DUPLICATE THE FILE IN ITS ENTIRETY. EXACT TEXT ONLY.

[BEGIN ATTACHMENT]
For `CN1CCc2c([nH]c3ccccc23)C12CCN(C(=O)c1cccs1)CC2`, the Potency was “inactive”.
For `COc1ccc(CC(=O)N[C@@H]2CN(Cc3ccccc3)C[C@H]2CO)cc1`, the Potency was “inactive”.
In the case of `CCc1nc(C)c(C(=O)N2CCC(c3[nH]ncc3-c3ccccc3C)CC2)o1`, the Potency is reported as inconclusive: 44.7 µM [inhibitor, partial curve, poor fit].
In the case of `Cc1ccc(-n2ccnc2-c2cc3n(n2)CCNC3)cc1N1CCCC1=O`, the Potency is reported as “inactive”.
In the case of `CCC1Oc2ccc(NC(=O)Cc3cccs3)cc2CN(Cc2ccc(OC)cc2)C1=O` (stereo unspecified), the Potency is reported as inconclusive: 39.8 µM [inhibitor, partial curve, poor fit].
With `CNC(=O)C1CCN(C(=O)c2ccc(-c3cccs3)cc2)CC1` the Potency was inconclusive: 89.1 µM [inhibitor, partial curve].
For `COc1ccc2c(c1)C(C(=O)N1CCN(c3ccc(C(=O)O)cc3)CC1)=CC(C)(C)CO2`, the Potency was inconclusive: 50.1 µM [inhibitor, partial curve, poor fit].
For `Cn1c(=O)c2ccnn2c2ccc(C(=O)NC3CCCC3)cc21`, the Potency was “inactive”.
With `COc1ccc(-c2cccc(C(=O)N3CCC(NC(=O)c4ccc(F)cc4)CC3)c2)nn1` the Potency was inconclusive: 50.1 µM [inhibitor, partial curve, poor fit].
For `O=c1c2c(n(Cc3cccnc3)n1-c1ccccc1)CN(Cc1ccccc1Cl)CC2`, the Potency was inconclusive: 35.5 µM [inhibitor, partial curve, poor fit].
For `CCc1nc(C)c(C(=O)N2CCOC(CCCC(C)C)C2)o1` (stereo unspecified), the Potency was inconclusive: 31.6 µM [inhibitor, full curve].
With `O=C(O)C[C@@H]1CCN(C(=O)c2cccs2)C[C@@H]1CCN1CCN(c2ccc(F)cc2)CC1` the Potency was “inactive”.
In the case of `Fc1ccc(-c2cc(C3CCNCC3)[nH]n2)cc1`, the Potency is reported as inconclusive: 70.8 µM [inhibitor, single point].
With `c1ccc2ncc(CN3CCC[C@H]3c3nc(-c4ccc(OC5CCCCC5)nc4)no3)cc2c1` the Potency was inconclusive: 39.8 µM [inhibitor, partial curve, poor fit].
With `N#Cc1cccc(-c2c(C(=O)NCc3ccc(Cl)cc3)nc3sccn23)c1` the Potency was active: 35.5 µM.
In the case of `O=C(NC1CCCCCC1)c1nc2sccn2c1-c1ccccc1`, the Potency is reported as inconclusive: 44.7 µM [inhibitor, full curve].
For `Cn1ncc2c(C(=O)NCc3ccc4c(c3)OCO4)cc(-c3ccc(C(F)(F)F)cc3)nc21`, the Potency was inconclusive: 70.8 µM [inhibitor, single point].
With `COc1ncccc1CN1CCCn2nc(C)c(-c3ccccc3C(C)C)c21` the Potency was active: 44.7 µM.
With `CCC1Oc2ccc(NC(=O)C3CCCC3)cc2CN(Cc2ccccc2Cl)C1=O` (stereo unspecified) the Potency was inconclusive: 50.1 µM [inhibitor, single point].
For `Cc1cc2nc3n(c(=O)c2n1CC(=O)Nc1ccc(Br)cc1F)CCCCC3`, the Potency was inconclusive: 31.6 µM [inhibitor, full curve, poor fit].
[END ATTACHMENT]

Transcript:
For `CN1CCc2c([nH]c3ccccc23)C12CCN(C(=O)c1cccs1)CC2`, the Potency was “inactive”.
For `COc1ccc(CC(=O)N[C@@H]2CN(Cc3ccccc3)C[C@H]2CO)cc1`, the Potency was “inactive”.
In the case of `CCc1nc(C)c(C(=O)N2CCC(c3[nH]ncc3-c3ccccc3C)CC2)o1`, the Potency is reported as inconclusive: 44.7 µM [inhibitor, partial curve, poor fit].
In the case of `Cc1ccc(-n2ccnc2-c2cc3n(n2)CCNC3)cc1N1CCCC1=O`, the Potency is reported as “inactive”.
In the case of `CCC1Oc2ccc(NC(=O)Cc3cccs3)cc2CN(Cc2ccc(OC)cc2)C1=O` (stereo unspecified), the Potency is reported as inconclusive: 39.8 µM [inhibitor, partial curve, poor fit].
With `CNC(=O)C1CCN(C(=O)c2ccc(-c3cccs3)cc2)CC1` the Potency was inconclusive: 89.1 µM [inhibitor, partial curve].
For `COc1ccc2c(c1)C(C(=O)N1CCN(c3ccc(C(=O)O)cc3)CC1)=CC(C)(C)CO2`, the Potency was inconclusive: 50.1 µM [inhibitor, partial curve, poor fit].
For `Cn1c(=O)c2ccnn2c2ccc(C(=O)NC3CCCC3)cc21`, the Potency was “inactive”.
With `COc1ccc(-c2cccc(C(=O)N3CCC(NC(=O)c4ccc(F)cc4)CC3)c2)nn1` the Potency was inconclusive: 50.1 µM [inhibitor, partial curve, poor fit].
For `O=c1c2c(n(Cc3cccnc3)n1-c1ccccc1)CN(Cc1ccccc1Cl)CC2`, the Potency was inconclusive: 35.5 µM [inhibitor, partial curve, poor fit].
For `CCc1nc(C)c(C(=O)N2CCOC(CCCC(C)C)C2)o1` (stereo unspecified), the Potency was inconclusive: 31.6 µM [inhibitor, full curve].
With `O=C(O)C[C@@H]1CCN(C(=O)c2cccs2)C[C@@H]1CCN1CCN(c2ccc(F)cc2)CC1` the Potency was “inactive”.
In the case of `Fc1ccc(-c2cc(C3CCNCC3)[nH]n2)cc1`, the Potency is reported as inconclusive: 70.8 µM [inhibitor, single point].
With `c1ccc2ncc(CN3CCC[C@H]3c3nc(-c4ccc(OC5CCCCC5)nc4)no3)cc2c1` the Potency was inconclusive: 39.8 µM [inhibitor, partial curve, poor fit].
With `N#Cc1cccc(-c2c(C(=O)NCc3ccc(Cl)cc3)nc3sccn23)c1` the Potency was active: 35.5 µM.
In the case of `O=C(NC1CCCCCC1)c1nc2sccn2c1-c1ccccc1`, the Potency is reported as inconclusive: 44.7 µM [inhibitor, full curve].
For `Cn1ncc2c(C(=O)NCc3ccc4c(c3)OCO4)cc(-c3ccc(C(F)(F)F)cc3)nc21`, the Potency was inconclusive: 70.8 µM [inhibitor, single point].
With `COc1ncccc1CN1CCCn2nc(C)c(-c3ccccc3C(C)C)c21` the Potency was active: 44.7 µM.
With `CCC1Oc2ccc(NC(=O)C3CCCC3)cc2CN(Cc2ccccc2Cl)C1=O` (stereo unspecified) the Potency was inconclusive: 50.1 µM [inhibitor, single point].
For `Cc1cc2nc3n(c(=O)c2n1CC(=O)Nc1ccc(Br)cc1F)CCCCC3`, the Potency was inconclusive: 31.6 µM [inhibitor, full curve, poor fit].